Increase your productivity with digital mindfulness

Stella Jones
Fri 25 Aug

The world of work, like the world of play, is drenched in distraction – social media, endless emails and tempting digital offerings. It’s easy to focus on physical clutter, but what about the impact on our productivity of digital clutter? Browsing the web, checking emails and scrolling through our social media fields easily become mindless. The real reason is that such activities can easily put your mind into a trance, which is why minutes and hours slip by without conscious awareness.

How do we contain the intrusion while extracting the gold from these endless resources? How do we allow enough space to deal with our highest priorities and most profitable activities?

Fundamentally, we need to understand that digital communication is like any other mode – it’s about give and take, being proactive or reactive. Being mindful with your digital communications requires you to be on the front foot – in active mode choosing how and when you interact.  Rather than being pulled into the seductive world of quotes, posts and perspectives – step back and consider what would be best for your priorities and productivity.

Becoming more mindful of how and when to interact is the first step to gaining back your control and reclaiming your attention and time. Understand that being proactive with your digital life allows you to free up the time and space for more creativity, productivity and balance.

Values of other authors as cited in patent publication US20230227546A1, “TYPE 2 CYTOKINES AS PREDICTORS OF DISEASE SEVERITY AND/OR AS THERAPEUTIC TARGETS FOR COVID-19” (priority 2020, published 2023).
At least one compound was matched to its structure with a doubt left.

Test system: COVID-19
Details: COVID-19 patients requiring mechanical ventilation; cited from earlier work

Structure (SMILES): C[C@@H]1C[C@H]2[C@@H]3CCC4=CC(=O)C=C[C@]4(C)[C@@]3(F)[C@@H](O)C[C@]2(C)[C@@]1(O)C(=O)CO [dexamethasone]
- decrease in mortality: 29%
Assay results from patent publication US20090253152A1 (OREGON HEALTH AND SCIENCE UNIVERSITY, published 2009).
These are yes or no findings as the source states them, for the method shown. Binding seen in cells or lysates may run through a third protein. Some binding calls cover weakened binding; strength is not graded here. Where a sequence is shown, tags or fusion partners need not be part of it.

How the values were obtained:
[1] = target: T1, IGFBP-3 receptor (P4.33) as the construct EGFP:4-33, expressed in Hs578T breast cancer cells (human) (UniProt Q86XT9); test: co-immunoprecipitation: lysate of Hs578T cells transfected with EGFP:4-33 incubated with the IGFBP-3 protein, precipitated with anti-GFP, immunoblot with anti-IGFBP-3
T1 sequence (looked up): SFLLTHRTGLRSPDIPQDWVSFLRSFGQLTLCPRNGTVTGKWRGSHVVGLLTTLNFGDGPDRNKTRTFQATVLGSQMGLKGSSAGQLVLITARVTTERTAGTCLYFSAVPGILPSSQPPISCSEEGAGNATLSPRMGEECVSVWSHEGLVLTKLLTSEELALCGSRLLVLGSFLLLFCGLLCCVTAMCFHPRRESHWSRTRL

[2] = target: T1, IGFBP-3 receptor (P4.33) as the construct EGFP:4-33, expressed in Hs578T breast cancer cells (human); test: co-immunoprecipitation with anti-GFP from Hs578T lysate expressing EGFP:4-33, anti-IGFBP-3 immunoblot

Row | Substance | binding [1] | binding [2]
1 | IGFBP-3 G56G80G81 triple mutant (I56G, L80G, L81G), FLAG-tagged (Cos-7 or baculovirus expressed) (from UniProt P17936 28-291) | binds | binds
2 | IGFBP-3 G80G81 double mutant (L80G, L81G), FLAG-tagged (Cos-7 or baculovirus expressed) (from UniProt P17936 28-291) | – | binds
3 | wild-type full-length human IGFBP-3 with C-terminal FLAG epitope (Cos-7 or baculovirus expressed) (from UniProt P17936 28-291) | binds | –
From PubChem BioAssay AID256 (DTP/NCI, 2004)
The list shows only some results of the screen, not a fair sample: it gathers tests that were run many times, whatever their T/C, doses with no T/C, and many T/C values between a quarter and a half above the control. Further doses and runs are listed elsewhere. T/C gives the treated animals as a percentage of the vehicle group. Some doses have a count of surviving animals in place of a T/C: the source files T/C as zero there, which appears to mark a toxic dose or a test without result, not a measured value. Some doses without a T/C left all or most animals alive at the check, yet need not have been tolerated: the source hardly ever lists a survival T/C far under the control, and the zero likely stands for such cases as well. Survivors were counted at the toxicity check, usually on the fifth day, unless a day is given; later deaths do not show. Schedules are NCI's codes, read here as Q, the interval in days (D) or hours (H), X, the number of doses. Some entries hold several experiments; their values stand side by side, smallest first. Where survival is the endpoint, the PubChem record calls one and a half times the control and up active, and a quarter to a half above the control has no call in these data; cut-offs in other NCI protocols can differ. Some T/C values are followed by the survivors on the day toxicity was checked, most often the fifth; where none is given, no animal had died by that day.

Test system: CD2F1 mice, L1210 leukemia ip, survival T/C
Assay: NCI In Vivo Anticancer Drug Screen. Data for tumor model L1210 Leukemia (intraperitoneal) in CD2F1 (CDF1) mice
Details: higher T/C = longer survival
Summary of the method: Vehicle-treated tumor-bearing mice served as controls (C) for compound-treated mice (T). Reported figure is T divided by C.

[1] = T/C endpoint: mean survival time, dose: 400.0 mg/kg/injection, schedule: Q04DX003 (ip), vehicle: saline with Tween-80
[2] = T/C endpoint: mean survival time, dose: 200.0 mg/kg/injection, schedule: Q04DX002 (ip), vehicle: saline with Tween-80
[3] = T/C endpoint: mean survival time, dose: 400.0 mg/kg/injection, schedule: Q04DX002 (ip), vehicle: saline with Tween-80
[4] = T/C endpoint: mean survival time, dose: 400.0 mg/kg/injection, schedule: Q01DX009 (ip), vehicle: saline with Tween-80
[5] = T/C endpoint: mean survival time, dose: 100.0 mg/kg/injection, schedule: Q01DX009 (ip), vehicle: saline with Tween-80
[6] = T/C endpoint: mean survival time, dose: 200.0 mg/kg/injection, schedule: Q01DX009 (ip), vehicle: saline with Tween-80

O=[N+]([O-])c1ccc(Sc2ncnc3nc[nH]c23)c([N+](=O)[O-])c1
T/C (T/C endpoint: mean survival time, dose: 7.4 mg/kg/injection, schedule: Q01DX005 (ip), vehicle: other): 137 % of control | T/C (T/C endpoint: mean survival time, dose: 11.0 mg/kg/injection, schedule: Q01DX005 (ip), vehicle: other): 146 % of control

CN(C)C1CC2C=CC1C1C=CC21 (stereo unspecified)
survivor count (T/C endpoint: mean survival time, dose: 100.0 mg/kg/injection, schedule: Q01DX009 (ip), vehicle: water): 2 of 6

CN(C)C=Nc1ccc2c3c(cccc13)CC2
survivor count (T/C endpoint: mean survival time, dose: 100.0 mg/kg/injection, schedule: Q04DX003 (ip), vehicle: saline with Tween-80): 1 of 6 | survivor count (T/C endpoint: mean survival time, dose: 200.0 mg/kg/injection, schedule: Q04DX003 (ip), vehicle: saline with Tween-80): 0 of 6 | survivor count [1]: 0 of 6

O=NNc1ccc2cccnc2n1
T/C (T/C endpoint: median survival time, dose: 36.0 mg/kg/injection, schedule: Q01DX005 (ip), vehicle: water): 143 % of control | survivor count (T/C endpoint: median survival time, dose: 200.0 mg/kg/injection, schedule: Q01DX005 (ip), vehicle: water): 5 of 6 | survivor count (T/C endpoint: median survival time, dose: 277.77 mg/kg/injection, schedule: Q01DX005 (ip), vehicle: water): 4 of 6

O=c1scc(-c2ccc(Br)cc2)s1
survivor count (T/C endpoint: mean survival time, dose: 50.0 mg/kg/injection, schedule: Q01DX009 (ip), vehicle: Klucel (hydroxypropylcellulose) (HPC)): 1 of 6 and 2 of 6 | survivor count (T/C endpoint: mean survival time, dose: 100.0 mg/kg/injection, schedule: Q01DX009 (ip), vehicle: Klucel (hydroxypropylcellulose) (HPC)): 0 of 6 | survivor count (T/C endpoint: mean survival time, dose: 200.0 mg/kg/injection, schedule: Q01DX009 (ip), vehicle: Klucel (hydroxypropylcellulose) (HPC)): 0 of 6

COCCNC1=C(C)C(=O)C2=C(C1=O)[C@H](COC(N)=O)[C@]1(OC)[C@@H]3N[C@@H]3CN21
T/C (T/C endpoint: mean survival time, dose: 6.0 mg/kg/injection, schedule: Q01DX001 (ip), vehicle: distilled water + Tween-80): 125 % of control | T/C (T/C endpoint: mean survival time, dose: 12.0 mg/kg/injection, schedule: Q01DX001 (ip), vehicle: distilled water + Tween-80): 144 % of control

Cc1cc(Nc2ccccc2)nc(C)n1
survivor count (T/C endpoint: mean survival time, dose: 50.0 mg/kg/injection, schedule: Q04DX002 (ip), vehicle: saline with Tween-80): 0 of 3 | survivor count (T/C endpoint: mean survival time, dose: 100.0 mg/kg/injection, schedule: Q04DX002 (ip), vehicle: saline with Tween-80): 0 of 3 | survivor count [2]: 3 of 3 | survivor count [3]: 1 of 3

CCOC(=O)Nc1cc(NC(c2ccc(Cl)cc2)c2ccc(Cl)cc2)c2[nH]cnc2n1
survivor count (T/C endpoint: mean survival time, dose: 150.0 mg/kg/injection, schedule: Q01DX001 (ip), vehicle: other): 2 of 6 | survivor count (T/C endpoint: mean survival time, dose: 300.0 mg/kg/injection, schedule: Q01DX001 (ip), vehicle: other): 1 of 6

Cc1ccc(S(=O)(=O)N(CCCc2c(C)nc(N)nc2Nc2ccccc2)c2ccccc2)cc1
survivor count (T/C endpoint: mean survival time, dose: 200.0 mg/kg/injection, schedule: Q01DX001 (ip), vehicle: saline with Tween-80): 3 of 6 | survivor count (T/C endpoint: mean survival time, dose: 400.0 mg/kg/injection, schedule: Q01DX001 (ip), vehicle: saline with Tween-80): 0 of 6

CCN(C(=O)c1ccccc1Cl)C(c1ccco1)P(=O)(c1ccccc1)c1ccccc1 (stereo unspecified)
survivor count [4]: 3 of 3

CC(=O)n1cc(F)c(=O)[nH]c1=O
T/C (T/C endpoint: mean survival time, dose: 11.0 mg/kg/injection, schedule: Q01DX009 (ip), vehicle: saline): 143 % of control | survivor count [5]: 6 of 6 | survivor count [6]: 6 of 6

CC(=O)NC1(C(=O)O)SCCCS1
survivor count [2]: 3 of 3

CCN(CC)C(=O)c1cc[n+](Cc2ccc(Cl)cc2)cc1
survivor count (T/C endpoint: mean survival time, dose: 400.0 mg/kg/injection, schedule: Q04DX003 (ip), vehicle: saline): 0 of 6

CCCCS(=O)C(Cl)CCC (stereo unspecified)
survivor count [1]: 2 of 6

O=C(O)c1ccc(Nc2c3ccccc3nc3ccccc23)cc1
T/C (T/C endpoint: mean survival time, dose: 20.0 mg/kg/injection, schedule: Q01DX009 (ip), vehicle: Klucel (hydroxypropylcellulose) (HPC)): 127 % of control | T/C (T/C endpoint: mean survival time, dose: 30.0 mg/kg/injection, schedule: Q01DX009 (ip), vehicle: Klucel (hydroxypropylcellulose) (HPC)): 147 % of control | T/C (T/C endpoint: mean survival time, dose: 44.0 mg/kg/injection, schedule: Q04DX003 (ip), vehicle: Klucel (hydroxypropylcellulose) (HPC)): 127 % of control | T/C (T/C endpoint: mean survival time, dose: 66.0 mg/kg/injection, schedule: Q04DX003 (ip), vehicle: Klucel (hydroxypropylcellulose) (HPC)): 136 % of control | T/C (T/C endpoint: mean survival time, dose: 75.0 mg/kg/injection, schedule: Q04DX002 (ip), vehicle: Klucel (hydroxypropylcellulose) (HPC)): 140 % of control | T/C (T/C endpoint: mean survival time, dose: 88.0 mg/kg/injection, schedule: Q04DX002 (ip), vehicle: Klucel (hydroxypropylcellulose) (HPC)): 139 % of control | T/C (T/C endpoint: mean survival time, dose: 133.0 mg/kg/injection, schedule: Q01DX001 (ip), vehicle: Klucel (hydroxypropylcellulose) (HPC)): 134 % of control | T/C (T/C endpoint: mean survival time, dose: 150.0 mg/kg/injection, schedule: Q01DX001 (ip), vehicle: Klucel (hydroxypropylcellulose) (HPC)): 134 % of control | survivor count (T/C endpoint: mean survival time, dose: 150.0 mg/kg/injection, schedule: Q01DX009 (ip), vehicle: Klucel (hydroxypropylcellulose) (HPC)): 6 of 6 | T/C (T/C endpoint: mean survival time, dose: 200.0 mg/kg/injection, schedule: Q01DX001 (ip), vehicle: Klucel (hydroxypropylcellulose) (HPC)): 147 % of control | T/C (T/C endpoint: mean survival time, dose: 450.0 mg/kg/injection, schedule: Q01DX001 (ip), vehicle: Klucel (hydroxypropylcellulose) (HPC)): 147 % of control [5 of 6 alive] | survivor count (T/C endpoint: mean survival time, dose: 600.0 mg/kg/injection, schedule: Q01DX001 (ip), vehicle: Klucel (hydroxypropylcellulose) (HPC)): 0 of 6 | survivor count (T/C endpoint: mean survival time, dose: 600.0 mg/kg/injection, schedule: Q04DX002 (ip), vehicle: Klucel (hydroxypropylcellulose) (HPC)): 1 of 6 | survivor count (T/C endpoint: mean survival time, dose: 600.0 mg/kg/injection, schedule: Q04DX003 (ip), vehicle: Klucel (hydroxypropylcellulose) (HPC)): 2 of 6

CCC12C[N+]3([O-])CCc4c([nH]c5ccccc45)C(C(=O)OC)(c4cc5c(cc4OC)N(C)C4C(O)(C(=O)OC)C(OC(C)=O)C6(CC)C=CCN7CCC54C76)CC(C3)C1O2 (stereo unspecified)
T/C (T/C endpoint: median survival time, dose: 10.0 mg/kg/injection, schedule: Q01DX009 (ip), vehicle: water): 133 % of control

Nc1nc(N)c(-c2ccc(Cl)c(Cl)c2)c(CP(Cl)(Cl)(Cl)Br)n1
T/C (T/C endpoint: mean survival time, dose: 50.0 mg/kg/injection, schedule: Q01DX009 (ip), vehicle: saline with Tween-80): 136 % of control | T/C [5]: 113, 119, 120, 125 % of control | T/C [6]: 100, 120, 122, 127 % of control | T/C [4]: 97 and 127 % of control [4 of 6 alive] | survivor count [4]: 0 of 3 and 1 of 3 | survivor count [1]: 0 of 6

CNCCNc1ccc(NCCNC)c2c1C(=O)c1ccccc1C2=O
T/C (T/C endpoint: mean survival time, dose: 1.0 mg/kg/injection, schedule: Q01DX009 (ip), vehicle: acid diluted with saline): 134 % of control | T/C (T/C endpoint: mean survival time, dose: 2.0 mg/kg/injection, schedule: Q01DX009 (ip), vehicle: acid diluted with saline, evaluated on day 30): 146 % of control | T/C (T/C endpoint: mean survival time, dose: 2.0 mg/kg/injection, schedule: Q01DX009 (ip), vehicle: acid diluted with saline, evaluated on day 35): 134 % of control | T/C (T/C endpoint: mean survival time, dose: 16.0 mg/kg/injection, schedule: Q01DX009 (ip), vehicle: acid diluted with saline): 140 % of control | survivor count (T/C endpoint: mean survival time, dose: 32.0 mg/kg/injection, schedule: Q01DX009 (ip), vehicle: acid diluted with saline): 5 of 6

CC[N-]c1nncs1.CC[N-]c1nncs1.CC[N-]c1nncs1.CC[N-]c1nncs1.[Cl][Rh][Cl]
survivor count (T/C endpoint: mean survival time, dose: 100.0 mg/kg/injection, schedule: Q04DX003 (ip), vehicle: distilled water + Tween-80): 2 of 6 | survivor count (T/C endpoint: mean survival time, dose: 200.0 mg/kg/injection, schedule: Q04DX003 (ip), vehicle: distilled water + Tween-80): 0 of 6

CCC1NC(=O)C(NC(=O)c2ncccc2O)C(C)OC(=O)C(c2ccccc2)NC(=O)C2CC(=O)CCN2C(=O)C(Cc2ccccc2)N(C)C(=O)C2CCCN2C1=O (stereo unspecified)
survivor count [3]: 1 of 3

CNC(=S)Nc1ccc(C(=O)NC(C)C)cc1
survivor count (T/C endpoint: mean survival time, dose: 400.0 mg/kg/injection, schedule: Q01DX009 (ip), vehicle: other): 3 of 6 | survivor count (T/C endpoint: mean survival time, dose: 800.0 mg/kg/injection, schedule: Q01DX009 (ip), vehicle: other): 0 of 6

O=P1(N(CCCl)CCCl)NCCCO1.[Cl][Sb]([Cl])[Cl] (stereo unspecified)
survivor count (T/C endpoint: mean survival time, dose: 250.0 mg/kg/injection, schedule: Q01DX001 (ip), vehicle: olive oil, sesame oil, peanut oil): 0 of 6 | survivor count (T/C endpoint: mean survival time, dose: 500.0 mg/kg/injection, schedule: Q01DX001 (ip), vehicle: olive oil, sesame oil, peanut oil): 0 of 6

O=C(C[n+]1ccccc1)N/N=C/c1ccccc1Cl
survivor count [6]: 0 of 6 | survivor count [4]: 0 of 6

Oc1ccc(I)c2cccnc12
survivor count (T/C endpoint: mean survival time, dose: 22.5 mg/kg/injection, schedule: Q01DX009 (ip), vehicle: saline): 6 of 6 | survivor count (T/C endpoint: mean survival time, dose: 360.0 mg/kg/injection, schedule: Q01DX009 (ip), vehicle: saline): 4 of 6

The next step is to develop the skill of structuring your time. In other words, take control of your work time and consciously confine emails and browsing to specific times of the day. Decide how much time you need to devote to emails morning and afternoon at work. For instance, you might block out 15 – 30 minutes twice a day to concentrate on dealing with the traffic productively.


Time blocking is an effective way to make your time count. Check out this game plan for managing your inbox:

  1. Time block at a certain point ie. Between 8.30-9am and 4-4.30pm.
  2. You may want to use your allocated time to respond to emails, choosing to tag emails needing more complex responses. 
  3. Use utilise apps such as Instapaper to store longer articles for reading later
  4. Be conscious of starting to time block other priority tasks using colour coding on your calendar or diary. This task driven approach will give the incentive you to check emails in five minute blocks around important priorities.
  5. When you have downtime up an unsubscribe service to declutter the amount of emails coming in that don’t fit with your current priorities. Good examples are or
  6. Confine checking your social media at meal breaks as a therapeutic reward.


Blogger Leo Barbantua of Zen Habits suggests setting a timer for 20 or 30 minutes to train yourself into the habit of time blocking your emails. 

“When the timer goes off, find gratitude that you had that time to communicate and take care of important tasks,” says Leo.  

“Let go of the rest (for now), close your email, and resist the urge to check it again later.

“Refocus yourself on something important.” Great advice I’d say.